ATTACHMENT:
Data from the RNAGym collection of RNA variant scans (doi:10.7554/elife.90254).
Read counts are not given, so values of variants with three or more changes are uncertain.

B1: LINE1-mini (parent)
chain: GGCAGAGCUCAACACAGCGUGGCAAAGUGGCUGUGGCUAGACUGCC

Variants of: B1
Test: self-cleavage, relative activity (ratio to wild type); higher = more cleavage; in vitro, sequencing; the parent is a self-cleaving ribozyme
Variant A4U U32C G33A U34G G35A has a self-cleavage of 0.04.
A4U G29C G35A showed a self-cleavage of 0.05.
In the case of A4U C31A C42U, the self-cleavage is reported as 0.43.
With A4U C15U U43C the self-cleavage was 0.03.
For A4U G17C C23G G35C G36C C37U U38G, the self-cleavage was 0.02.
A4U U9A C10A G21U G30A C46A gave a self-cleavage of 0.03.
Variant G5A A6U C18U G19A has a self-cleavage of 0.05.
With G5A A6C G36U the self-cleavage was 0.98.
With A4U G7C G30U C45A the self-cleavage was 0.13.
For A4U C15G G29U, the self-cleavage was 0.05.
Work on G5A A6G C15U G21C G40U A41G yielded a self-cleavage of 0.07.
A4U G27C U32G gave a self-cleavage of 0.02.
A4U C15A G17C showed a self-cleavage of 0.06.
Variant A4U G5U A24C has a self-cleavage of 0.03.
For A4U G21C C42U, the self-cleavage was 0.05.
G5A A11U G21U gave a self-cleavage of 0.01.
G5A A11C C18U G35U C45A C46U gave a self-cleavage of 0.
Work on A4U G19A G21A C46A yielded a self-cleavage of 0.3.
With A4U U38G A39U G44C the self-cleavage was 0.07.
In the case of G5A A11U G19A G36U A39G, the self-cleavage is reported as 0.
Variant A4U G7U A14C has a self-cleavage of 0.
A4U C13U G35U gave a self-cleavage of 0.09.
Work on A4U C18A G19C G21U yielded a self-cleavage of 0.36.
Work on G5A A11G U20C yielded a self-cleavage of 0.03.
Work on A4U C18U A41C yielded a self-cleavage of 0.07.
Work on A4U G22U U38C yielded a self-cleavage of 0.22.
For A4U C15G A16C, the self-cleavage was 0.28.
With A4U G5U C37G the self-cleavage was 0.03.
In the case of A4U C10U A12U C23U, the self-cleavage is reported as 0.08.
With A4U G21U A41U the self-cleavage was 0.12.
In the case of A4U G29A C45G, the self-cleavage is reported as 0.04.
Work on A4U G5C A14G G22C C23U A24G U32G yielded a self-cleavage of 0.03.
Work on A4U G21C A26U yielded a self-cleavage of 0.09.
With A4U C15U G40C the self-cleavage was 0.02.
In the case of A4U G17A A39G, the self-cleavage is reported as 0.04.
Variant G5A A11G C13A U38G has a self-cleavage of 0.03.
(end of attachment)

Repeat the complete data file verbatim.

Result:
Data from the RNAGym collection of RNA variant scans (doi:10.7554/elife.90254).
Read counts are not given, so values of variants with three or more changes are uncertain.

B1: LINE1-mini (parent)
chain: GGCAGAGCUCAACACAGCGUGGCAAAGUGGCUGUGGCUAGACUGCC

Variants of: B1
Test: self-cleavage, relative activity (ratio to wild type); higher = more cleavage; in vitro, sequencing; the parent is a self-cleaving ribozyme
Variant A4U U32C G33A U34G G35A has a self-cleavage of 0.04.
A4U G29C G35A showed a self-cleavage of 0.05.
In the case of A4U C31A C42U, the self-cleavage is reported as 0.43.
With A4U C15U U43C the self-cleavage was 0.03.
For A4U G17C C23G G35C G36C C37U U38G, the self-cleavage was 0.02.
A4U U9A C10A G21U G30A C46A gave a self-cleavage of 0.03.
Variant G5A A6U C18U G19A has a self-cleavage of 0.05.
With G5A A6C G36U the self-cleavage was 0.98.
With A4U G7C G30U C45A the self-cleavage was 0.13.
For A4U C15G G29U, the self-cleavage was 0.05.
Work on G5A A6G C15U G21C G40U A41G yielded a self-cleavage of 0.07.
A4U G27C U32G gave a self-cleavage of 0.02.
A4U C15A G17C showed a self-cleavage of 0.06.
Variant A4U G5U A24C has a self-cleavage of 0.03.
For A4U G21C C42U, the self-cleavage was 0.05.
G5A A11U G21U gave a self-cleavage of 0.01.
G5A A11C C18U G35U C45A C46U gave a self-cleavage of 0.
Work on A4U G19A G21A C46A yielded a self-cleavage of 0.3.
With A4U U38G A39U G44C the self-cleavage was 0.07.
In the case of G5A A11U G19A G36U A39G, the self-cleavage is reported as 0.
Variant A4U G7U A14C has a self-cleavage of 0.
A4U C13U G35U gave a self-cleavage of 0.09.
Work on A4U C18A G19C G21U yielded a self-cleavage of 0.36.
Work on G5A A11G U20C yielded a self-cleavage of 0.03.
Work on A4U C18U A41C yielded a self-cleavage of 0.07.
Work on A4U G22U U38C yielded a self-cleavage of 0.22.
For A4U C15G A16C, the self-cleavage was 0.28.
With A4U G5U C37G the self-cleavage was 0.03.
In the case of A4U C10U A12U C23U, the self-cleavage is reported as 0.08.
With A4U G21U A41U the self-cleavage was 0.12.
In the case of A4U G29A C45G, the self-cleavage is reported as 0.04.
Work on A4U G5C A14G G22C C23U A24G U32G yielded a self-cleavage of 0.03.
Work on A4U G21C A26U yielded a self-cleavage of 0.09.
With A4U C15U G40C the self-cleavage was 0.02.
In the case of A4U G17A A39G, the self-cleavage is reported as 0.04.
Variant G5A A11G C13A U38G has a self-cleavage of 0.03.